One exception to this rule is BAE (in which I own shares), but here, I can feel confident that a good % of my tax payments will end up in its coffers from time to time, some of which will be returned to me as dividend payments!

Roland

rigbyf 15 May 2012 , 3:13pm

Thanks for your replies. I intend to keep contributing the full allowance for my Isa for the next 10yrs. I am looking to buy all of my shares over the summer. Depending on the market. These shares will be long term holdings.

I have looked at the boards suggested by you and although I have found some of it helpful a lot of it quite frankly goes over my head.

I have today decided to buy 2k of tesco and 2k of BP. Other shares I am interested in are Vod, GKN. Unilever and maybe Aviva. The problem I have is that my Isa allowance only amounts to £11200 so have to be careful which I chose. Is £2k the right amount to spend on each share?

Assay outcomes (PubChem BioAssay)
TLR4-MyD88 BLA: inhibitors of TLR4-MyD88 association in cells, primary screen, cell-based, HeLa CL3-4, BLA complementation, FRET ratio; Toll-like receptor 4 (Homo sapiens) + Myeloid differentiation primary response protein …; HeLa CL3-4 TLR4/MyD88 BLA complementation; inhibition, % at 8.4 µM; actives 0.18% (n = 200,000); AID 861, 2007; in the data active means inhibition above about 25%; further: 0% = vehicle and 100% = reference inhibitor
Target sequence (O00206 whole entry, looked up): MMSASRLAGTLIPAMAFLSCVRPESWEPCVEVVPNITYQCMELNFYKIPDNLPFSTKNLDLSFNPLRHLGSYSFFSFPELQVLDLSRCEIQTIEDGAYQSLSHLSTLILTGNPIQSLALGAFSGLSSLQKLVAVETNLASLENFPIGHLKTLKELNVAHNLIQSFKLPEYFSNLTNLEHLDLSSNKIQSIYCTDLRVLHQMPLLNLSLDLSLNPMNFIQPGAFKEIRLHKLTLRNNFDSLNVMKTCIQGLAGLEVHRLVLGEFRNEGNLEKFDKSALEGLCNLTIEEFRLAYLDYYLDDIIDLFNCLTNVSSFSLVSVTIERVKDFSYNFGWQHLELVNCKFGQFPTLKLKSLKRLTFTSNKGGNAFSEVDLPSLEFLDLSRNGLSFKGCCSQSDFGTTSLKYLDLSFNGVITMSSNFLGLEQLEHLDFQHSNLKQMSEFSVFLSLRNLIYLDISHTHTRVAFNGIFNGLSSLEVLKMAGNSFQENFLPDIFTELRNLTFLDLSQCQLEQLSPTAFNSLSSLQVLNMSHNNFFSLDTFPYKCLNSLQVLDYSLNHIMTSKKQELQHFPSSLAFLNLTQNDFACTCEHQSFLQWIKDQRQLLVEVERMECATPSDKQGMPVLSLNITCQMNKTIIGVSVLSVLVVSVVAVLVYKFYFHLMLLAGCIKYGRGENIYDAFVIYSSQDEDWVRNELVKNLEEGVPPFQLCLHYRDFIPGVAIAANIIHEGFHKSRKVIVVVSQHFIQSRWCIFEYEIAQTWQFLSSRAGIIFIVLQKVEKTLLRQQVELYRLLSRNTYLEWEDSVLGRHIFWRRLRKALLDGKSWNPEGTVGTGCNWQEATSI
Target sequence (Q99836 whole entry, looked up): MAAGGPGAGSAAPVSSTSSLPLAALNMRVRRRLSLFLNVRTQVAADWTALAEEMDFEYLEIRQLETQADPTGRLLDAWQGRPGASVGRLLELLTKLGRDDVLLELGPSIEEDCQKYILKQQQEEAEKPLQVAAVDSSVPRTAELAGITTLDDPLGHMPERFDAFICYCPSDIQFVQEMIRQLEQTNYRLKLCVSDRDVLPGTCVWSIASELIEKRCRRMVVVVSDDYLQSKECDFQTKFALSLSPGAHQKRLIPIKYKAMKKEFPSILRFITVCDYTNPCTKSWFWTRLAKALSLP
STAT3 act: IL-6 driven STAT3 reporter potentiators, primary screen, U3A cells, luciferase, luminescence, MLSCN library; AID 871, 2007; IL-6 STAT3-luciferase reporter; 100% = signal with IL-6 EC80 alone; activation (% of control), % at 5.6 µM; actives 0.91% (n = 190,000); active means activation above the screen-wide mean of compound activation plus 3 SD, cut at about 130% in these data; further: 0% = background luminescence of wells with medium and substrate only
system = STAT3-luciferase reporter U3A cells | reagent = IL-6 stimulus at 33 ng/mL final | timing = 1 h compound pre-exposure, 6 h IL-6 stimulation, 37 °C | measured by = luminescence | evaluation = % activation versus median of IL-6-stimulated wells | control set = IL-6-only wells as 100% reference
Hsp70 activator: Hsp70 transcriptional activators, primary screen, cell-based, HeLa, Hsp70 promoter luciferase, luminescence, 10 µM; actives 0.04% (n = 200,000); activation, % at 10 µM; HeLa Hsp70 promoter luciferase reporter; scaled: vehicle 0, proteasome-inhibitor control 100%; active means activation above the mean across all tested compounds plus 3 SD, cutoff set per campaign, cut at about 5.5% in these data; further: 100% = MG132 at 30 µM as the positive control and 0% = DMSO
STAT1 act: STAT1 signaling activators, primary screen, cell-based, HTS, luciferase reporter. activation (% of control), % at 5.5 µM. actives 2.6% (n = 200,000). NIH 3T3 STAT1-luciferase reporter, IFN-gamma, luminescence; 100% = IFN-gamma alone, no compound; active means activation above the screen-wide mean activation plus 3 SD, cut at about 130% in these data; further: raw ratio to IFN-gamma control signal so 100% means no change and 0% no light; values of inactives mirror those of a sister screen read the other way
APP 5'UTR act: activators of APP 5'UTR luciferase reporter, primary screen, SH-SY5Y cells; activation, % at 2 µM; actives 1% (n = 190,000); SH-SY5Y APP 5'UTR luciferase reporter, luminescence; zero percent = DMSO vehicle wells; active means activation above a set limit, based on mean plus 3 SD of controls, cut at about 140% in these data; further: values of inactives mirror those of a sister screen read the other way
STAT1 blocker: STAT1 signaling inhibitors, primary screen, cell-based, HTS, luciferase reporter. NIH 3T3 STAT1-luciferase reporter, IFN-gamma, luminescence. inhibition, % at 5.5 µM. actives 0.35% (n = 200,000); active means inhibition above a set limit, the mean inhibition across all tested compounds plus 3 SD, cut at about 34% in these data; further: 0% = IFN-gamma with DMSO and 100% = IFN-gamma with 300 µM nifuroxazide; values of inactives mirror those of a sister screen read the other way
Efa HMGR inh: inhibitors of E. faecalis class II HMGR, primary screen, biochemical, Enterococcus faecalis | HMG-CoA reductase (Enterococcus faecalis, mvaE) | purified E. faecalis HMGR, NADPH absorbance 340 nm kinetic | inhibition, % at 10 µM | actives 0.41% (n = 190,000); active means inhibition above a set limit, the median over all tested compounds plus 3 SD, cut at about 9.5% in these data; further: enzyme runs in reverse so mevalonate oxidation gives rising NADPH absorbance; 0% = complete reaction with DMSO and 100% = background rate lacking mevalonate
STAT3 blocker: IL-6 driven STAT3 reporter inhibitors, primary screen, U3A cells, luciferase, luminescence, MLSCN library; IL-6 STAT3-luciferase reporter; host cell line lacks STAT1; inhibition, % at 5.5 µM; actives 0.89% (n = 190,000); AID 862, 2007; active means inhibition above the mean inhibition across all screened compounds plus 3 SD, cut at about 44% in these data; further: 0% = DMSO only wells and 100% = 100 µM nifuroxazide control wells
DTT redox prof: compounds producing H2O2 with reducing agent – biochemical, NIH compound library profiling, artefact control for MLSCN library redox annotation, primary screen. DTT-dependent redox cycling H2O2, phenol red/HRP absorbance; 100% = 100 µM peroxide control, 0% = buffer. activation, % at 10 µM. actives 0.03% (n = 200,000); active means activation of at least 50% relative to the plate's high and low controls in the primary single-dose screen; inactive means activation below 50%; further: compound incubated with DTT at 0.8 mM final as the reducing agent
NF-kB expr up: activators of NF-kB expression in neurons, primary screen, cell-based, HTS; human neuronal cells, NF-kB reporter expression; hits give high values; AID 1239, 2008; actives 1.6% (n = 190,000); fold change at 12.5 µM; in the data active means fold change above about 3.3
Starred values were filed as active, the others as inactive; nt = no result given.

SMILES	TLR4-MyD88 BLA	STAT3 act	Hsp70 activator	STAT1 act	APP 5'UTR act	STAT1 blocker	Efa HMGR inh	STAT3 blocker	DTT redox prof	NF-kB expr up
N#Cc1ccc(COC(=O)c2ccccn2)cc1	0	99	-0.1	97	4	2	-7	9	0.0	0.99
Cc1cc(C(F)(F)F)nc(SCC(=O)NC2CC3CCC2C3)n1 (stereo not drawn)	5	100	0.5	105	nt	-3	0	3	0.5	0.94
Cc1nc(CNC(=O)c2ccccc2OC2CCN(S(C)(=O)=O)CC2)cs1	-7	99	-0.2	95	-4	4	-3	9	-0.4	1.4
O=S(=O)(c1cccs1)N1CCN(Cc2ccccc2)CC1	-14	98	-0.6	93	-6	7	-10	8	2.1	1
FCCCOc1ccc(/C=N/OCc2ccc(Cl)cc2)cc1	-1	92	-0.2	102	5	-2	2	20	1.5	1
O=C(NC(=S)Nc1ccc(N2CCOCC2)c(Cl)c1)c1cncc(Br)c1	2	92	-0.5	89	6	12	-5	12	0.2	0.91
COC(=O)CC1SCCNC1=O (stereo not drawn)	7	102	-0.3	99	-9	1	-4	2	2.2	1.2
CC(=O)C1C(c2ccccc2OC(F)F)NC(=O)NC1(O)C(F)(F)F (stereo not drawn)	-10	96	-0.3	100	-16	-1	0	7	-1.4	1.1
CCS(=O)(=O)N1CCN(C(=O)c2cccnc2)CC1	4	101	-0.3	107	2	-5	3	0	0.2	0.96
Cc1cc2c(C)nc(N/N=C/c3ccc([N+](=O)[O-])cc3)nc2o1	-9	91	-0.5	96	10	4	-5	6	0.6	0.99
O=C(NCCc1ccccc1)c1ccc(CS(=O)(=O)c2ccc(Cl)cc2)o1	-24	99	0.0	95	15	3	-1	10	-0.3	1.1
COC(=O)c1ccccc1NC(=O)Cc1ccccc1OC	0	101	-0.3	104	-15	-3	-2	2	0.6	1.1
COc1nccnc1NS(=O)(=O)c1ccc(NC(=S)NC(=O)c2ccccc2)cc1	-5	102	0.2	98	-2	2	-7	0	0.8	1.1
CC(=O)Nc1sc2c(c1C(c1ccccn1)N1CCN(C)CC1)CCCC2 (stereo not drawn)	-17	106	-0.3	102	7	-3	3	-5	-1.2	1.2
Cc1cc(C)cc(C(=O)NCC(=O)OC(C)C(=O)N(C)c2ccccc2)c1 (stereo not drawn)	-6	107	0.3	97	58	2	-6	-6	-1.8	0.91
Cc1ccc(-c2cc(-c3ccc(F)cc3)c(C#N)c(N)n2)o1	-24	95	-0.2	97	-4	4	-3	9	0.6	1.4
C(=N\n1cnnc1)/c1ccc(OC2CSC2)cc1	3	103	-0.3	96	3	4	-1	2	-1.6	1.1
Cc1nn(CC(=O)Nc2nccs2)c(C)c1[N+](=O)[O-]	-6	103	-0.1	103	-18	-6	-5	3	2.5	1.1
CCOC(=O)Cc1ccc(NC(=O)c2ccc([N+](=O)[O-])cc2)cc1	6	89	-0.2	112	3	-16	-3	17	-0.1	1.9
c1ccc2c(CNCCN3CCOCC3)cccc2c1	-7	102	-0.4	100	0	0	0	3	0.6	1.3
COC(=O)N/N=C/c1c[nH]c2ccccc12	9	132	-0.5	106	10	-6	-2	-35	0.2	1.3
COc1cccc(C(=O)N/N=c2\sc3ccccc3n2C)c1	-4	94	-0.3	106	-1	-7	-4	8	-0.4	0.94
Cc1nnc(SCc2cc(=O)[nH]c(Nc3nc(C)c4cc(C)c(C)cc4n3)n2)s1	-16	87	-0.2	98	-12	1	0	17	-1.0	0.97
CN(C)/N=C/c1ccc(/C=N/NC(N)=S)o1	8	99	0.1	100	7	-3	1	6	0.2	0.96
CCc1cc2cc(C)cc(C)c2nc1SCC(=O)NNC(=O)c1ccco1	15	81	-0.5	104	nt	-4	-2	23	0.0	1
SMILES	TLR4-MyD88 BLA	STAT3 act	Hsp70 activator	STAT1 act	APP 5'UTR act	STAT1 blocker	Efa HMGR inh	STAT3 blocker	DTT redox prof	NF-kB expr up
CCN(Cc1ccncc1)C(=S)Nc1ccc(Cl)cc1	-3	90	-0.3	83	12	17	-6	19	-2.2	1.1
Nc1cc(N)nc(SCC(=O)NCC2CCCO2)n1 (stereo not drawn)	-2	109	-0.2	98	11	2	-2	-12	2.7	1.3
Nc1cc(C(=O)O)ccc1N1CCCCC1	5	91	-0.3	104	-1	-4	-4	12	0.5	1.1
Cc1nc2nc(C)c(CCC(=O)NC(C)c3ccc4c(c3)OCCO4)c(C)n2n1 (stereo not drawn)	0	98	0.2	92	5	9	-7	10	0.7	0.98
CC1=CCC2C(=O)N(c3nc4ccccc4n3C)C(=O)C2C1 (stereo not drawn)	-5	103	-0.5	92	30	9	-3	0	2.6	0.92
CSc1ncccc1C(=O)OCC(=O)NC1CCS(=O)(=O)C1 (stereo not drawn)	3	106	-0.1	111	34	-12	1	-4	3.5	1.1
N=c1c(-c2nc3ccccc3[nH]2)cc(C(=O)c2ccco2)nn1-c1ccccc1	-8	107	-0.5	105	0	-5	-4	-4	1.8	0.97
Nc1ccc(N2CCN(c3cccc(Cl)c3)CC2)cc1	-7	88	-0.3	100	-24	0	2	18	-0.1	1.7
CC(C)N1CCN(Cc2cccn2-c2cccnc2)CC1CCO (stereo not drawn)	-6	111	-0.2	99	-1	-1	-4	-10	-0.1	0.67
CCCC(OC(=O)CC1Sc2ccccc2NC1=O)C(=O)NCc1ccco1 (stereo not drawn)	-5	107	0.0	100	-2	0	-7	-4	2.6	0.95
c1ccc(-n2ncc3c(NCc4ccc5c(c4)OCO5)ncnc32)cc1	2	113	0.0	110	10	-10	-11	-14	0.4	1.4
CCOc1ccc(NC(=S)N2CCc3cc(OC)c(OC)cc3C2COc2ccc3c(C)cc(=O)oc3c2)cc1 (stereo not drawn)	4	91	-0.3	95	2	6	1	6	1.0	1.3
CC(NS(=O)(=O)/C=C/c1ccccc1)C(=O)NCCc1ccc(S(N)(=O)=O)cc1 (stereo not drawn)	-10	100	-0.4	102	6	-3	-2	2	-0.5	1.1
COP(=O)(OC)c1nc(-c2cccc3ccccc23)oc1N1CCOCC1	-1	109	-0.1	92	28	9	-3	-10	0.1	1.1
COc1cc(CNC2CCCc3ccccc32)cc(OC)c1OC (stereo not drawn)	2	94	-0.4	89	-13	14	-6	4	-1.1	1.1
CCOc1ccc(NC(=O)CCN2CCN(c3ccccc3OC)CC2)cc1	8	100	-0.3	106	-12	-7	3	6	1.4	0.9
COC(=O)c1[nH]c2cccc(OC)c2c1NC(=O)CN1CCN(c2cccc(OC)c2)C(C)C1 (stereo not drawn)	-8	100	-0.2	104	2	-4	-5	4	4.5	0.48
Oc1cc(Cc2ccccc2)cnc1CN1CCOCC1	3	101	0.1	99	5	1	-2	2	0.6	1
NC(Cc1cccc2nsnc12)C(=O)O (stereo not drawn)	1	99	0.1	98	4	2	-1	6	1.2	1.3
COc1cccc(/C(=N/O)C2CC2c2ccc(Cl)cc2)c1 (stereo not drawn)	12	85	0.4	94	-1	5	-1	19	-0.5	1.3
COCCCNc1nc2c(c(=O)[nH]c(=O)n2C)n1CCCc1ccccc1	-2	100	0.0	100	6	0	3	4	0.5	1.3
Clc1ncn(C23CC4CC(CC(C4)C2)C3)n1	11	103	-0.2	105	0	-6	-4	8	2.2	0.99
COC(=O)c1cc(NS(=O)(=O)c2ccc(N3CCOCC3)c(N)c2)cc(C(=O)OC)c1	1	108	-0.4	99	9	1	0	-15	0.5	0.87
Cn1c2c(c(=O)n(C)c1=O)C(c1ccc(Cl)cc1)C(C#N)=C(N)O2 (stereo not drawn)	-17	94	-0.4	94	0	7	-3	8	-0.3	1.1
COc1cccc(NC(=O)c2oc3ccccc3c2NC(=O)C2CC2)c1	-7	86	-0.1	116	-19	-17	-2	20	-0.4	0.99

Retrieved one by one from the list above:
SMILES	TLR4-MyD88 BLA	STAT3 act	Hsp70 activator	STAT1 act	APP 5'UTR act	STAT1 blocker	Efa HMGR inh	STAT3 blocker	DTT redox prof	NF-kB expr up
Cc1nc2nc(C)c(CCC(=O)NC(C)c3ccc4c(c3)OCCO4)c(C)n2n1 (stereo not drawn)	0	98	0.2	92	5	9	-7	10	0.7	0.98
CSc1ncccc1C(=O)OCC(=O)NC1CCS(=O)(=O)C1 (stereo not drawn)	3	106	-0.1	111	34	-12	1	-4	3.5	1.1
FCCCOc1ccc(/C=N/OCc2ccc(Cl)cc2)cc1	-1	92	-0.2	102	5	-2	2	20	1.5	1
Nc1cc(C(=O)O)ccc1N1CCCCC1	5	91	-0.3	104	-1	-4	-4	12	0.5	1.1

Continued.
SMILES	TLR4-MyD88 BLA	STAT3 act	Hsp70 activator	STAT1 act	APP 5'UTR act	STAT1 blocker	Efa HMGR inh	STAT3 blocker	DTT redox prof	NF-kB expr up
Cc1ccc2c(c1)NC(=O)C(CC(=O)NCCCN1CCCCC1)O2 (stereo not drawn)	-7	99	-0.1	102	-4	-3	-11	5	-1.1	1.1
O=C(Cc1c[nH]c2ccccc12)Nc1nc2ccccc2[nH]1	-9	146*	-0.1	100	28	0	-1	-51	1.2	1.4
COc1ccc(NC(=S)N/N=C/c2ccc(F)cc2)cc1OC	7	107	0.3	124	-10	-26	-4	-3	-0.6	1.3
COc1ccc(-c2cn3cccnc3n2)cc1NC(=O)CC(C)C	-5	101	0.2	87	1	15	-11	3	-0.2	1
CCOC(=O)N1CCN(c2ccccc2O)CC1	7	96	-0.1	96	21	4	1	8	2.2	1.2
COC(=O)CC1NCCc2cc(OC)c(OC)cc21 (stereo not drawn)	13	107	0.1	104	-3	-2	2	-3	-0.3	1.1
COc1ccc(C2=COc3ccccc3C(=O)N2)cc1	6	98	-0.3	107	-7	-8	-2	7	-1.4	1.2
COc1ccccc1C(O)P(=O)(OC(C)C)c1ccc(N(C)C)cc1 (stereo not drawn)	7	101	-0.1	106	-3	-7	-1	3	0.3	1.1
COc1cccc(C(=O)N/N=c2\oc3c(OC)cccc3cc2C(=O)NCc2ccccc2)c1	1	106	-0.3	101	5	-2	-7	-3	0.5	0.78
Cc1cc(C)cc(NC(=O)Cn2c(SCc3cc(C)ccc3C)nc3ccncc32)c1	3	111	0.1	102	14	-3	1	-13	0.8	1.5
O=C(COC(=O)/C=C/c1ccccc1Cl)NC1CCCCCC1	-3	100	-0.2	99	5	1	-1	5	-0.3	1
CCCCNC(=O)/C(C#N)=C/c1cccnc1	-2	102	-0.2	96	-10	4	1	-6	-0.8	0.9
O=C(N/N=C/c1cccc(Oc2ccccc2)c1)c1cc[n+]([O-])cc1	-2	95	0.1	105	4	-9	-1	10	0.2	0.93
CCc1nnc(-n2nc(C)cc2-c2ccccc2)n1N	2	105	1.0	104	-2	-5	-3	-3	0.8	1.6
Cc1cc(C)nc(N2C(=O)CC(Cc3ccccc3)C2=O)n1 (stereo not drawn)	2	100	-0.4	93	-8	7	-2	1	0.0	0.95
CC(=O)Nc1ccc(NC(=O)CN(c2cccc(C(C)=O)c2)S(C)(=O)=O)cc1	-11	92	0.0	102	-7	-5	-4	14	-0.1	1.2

Any opinions or views would be gratefully looked at and of course, I will do my own research.
Thank you.

F958B 15 May 2012 , 3:46pm

Fifi (rigbyf)

With markets having almost doubled off the 2008/9 lows, and the uptrend having run for over three years (bull markets average 3-4 years), I think there's a significant chance that summer 2012 will be the high-water-mark for stockmarket prices for the next few years.

Be careful out there.....there's a significant chance that a bear market may be heading our way for 2013-14 and the situation needs careful monitoring. The topping process may already be underway, having possibly completed the first top of a multi-top pattern.

wpd88 15 May 2012 , 7:51pm

Hi Fifi
I too am with Hargreaves Lansdown - like you I started out with unit trusts - however having learnt more about costs I have switched to Investment Trusts such as Temple Bar TMPL and City of London CTY for UK diversified funds and Scottish Mortagage SMT and Murray International MYI for overseas. The savings on cost are significant and performance equal or better.